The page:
A puzzler for the iOS from developer Iceflame, Aiko Island was an entry into the post-Angry Birds genre of physics puzzles. It brought a few innovations to the table, like a colorblind mode and the deep integration of cookies at every level of gameplay, and was well-reviewed by those able to locate it amid the explosion of similar iOS games in the early 2010s. Perhaps the game’s most distinctive feature, though, was a lush score by composer Sean Beeson, a veteran of similar indie and iOS projects.

For a game about fuzzballs in bright primary colors chasing down cookies, Beeson’s Aiko Island score is unusually sweeping and powerful, with a full (synthesized) orchestral sound complemented with a (synthesized) choir. It’s music that seems most suited to an epic fantasy adventure, and it is highly rewarding once listeners get past the seeming tonal mismatch between the score and the game. More than anything, the music is reminiscent of Jeremy Soule’s approach to game scoring in the 1990s during the beginning of his career: a combination of excellent synths, sweepingly ambitious melodies, all applied in a lush and slightly ambient manner that wouldn’t be out of place in a fantasy film or TV miniseries.

The album can be broadly divided into epic and more quirky tunes, though it never approaches the level of Carl Stalling parody cartoonishness that the game’s art style (and its genetic relationship to Angry Birds) might suggest. The opening “Aiko Island” sets the more epic style in motion with racing strings offset against bold brass and a distant choir, a style that’s replicated with bolder woodwinds and choral work in “Enchanted Seasons” and with a strident string presence in “Chip off the Blocks,” all of which use the game’s primary thematic construct. Other pieces, notably “Ye Olde West,” take the sound to a more triumphant and heroic mode. The same building blocks are turned to whimsy in “Blue Timbers,” which tackles the same theme with a gentle combination of voices, pizzicato strings, and malleted percussion for a flight of Elfmanesque fantasy. “Aiko Beach” brings a woodwind sound with a faint calypso vibe while the longest piece on the album, “Ice Dream Spires,” takes a more deliberate tempo with icy percussion effects to bring about a dreamy and contemplative sound. There are a variety of other styles as well, like the waltz in “Dance of the Cookie.” Throughout it all, the album maintains an ethereal and quasi-ambient tone that’s very affecting and displays many of the strengths of Soule’s musical style (though without succumbing to the bloat that occasionally mars that composer’s later works.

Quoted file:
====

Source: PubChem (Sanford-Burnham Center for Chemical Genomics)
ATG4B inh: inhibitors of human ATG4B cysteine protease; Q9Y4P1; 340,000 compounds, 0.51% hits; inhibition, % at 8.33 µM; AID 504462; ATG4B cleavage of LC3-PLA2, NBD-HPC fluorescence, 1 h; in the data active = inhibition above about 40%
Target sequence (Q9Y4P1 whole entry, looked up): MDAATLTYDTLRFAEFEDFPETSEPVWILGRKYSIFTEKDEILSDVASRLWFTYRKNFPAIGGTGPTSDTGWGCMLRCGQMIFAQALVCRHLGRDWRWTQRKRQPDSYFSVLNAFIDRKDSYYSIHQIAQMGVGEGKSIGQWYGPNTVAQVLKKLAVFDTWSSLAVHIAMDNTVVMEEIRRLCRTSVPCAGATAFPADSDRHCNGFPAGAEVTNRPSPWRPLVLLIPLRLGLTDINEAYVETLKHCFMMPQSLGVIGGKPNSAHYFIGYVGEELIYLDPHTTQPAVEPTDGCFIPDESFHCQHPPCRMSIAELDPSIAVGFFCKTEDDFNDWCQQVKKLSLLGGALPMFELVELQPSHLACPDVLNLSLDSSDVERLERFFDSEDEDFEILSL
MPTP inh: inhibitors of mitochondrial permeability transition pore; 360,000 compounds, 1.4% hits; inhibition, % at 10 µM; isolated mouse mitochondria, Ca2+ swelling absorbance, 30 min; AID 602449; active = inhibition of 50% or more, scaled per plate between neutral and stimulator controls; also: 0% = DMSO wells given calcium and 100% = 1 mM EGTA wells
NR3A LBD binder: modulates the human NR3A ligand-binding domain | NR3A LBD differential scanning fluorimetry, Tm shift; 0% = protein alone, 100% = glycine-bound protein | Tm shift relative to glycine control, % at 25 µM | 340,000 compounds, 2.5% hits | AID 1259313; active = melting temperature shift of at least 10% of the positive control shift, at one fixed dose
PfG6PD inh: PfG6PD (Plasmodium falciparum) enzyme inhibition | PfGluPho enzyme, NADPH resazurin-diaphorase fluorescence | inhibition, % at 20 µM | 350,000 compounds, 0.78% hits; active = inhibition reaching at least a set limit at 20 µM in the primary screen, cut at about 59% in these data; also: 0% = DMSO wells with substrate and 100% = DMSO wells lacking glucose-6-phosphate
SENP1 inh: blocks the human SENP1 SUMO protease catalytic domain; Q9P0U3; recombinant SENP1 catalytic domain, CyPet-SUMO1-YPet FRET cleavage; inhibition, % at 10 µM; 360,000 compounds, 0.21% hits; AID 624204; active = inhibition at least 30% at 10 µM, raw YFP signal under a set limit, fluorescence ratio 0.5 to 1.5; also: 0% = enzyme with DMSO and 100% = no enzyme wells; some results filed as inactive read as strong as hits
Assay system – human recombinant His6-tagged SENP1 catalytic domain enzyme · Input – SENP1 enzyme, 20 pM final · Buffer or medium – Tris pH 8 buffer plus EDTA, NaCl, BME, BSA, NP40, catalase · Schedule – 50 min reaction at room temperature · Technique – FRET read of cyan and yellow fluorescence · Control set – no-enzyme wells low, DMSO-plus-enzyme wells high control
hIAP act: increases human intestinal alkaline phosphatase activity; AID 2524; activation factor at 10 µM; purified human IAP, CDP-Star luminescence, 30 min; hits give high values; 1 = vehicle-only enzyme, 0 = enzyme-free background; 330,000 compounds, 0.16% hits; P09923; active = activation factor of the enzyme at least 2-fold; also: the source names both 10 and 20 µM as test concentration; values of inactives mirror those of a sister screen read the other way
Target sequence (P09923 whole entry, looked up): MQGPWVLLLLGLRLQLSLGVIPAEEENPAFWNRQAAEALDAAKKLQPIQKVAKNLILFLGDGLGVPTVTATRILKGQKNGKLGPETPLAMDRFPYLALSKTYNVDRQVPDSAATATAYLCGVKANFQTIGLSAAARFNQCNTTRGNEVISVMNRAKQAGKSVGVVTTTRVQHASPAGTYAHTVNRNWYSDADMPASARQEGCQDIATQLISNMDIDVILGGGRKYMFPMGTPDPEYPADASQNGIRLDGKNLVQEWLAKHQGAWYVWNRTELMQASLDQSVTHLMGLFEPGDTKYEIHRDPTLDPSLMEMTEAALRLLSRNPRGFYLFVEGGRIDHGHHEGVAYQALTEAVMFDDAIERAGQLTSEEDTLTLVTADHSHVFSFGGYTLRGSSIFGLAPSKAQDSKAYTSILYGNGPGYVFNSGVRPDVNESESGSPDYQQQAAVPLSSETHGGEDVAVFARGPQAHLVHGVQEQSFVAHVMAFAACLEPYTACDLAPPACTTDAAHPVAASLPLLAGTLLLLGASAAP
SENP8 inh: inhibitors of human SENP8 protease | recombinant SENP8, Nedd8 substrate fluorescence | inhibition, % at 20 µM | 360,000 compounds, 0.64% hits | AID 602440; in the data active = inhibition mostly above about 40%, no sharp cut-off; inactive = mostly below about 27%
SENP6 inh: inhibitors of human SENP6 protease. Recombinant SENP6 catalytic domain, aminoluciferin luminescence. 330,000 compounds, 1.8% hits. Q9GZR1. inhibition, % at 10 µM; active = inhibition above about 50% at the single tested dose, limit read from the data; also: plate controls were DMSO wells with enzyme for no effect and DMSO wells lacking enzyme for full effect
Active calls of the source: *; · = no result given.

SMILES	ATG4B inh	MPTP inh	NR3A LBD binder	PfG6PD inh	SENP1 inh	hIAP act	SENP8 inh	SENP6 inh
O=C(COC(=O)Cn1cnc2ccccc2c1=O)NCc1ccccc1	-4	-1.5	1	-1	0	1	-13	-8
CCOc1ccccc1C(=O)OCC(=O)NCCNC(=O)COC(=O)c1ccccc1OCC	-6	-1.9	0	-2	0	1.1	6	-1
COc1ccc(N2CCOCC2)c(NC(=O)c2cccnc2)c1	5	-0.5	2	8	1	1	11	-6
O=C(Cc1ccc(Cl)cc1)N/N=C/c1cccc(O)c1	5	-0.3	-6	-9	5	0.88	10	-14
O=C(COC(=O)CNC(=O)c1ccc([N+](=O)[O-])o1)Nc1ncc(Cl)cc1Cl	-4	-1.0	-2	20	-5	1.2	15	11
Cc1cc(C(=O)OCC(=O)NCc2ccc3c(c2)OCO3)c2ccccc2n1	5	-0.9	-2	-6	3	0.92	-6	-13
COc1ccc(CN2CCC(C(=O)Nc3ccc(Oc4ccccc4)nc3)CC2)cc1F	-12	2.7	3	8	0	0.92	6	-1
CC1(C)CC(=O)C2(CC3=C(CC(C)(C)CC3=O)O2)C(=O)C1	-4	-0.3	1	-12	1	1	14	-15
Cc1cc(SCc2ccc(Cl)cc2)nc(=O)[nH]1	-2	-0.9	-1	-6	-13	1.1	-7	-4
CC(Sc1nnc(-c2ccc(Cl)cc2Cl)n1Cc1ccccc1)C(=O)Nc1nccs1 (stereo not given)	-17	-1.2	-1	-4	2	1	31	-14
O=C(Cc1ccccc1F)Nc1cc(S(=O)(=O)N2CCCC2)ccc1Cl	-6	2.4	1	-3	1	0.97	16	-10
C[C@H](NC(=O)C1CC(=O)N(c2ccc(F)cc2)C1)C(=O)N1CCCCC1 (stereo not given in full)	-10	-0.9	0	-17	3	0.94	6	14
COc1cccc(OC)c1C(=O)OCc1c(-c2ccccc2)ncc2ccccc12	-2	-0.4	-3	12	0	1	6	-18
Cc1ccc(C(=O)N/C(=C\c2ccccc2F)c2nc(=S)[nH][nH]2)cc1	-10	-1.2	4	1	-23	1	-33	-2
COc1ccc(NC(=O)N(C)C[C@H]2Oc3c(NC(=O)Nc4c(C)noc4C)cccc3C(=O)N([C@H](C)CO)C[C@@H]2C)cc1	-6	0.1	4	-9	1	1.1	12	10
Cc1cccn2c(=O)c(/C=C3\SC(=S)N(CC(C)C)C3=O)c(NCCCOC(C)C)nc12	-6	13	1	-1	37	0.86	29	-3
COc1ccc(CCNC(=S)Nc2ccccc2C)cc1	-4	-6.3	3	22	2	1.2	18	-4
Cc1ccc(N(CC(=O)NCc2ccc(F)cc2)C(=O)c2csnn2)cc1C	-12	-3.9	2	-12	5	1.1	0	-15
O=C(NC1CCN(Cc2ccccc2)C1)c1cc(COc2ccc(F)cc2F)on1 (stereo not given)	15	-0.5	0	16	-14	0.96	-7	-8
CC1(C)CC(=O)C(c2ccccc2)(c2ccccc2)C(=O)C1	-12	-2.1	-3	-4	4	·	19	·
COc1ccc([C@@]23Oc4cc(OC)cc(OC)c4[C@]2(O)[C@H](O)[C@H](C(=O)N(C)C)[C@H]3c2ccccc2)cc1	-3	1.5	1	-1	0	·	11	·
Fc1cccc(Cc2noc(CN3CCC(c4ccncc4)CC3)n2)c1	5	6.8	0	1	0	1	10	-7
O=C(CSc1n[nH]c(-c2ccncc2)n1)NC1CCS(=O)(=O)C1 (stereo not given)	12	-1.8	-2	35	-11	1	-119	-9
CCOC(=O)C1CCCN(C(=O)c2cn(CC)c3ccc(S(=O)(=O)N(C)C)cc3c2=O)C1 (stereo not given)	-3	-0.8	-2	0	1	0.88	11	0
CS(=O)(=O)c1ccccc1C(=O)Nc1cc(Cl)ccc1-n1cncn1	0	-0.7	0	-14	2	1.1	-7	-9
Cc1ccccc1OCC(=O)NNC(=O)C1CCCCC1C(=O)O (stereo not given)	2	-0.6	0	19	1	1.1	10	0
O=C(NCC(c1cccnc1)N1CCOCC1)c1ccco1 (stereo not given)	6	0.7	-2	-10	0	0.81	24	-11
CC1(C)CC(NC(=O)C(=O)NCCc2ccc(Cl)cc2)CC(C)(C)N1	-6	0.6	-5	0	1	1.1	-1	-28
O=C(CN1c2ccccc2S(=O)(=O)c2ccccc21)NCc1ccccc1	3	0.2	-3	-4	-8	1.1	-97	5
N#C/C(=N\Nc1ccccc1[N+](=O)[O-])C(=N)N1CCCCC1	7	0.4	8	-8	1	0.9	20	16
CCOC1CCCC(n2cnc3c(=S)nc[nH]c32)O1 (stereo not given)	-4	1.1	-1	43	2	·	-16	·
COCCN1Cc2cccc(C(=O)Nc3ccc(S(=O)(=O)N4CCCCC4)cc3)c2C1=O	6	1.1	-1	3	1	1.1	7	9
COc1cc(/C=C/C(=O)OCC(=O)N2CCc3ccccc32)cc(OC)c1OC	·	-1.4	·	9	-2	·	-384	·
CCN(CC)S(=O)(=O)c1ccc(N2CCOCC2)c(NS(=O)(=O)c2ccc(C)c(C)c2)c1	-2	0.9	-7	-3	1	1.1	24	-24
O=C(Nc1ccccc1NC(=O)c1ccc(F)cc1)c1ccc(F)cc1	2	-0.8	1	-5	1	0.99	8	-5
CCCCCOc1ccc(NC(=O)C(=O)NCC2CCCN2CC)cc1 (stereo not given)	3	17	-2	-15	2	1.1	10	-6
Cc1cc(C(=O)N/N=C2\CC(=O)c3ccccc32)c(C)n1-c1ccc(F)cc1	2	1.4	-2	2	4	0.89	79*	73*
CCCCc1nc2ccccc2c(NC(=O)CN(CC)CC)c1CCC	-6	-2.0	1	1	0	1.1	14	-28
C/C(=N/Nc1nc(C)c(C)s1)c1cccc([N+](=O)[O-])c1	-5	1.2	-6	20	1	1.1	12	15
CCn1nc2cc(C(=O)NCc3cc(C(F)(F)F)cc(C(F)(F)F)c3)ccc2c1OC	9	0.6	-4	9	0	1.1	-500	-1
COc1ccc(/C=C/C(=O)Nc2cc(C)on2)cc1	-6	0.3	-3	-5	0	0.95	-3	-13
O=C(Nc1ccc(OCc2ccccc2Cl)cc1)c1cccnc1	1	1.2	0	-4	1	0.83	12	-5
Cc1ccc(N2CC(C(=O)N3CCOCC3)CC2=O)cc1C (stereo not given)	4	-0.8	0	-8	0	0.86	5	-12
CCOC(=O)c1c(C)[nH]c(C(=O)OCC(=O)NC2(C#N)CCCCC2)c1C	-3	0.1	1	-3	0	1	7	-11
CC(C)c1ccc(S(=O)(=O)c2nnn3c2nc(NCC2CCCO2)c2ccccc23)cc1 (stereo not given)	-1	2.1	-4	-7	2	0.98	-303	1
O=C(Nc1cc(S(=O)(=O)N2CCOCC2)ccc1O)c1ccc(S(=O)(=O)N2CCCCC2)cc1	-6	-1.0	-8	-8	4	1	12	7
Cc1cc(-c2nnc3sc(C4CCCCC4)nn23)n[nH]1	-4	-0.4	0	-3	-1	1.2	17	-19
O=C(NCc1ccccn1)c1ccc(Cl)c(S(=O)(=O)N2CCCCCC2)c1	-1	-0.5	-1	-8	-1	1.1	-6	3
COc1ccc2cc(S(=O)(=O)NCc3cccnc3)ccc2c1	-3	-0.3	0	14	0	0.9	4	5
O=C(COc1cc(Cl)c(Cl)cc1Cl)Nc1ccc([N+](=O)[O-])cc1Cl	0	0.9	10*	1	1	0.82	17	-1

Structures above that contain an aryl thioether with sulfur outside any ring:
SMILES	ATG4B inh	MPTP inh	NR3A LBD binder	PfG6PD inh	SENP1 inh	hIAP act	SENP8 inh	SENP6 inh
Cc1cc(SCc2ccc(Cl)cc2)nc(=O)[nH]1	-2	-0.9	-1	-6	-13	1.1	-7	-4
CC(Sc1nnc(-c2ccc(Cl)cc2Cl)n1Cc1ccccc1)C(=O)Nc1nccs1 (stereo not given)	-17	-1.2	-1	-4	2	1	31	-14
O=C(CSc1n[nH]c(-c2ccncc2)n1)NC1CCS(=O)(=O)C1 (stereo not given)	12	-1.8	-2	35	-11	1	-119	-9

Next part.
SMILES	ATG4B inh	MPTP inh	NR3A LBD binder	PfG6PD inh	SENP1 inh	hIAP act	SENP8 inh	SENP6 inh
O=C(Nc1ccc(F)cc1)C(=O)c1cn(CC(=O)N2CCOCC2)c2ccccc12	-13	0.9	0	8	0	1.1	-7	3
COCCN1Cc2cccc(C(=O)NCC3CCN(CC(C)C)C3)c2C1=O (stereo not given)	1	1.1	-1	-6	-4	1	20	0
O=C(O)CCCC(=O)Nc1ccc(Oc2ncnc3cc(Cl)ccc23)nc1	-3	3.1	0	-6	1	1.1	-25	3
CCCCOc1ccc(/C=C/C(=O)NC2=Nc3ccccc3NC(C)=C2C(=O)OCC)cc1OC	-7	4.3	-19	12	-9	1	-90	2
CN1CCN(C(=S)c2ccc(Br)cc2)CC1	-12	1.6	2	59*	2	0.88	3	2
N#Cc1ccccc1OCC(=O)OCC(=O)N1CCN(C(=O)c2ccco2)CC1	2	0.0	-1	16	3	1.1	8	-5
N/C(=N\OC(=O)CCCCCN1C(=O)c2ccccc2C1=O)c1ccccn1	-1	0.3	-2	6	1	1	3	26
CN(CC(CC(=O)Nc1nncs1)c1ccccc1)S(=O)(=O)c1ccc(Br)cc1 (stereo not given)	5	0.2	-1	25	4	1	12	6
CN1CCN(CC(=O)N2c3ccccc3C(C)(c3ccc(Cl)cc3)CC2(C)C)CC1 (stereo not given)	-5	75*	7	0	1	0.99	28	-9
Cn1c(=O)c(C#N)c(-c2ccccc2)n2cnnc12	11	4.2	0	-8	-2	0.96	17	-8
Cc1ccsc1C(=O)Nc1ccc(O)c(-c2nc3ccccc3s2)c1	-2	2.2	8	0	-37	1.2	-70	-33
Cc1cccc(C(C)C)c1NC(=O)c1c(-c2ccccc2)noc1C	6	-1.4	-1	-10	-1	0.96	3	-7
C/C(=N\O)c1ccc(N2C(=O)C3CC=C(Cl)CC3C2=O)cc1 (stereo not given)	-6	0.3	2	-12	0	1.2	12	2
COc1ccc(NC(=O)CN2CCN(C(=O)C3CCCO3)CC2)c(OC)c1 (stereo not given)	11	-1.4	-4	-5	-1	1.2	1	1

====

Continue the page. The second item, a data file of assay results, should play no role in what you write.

The Aiko Island sountrack is available on the composer’s Bandcamp page, and with over 30 minutes of music at an asking price beginning at only $3, it’s a steal. Provided listeners can distance themselves mentally from the tiny cookie monsters in the game, the album will provide an excellent companion to masterpieces like Icewind Dale or Guild Wars.

Rating: starstarstarstar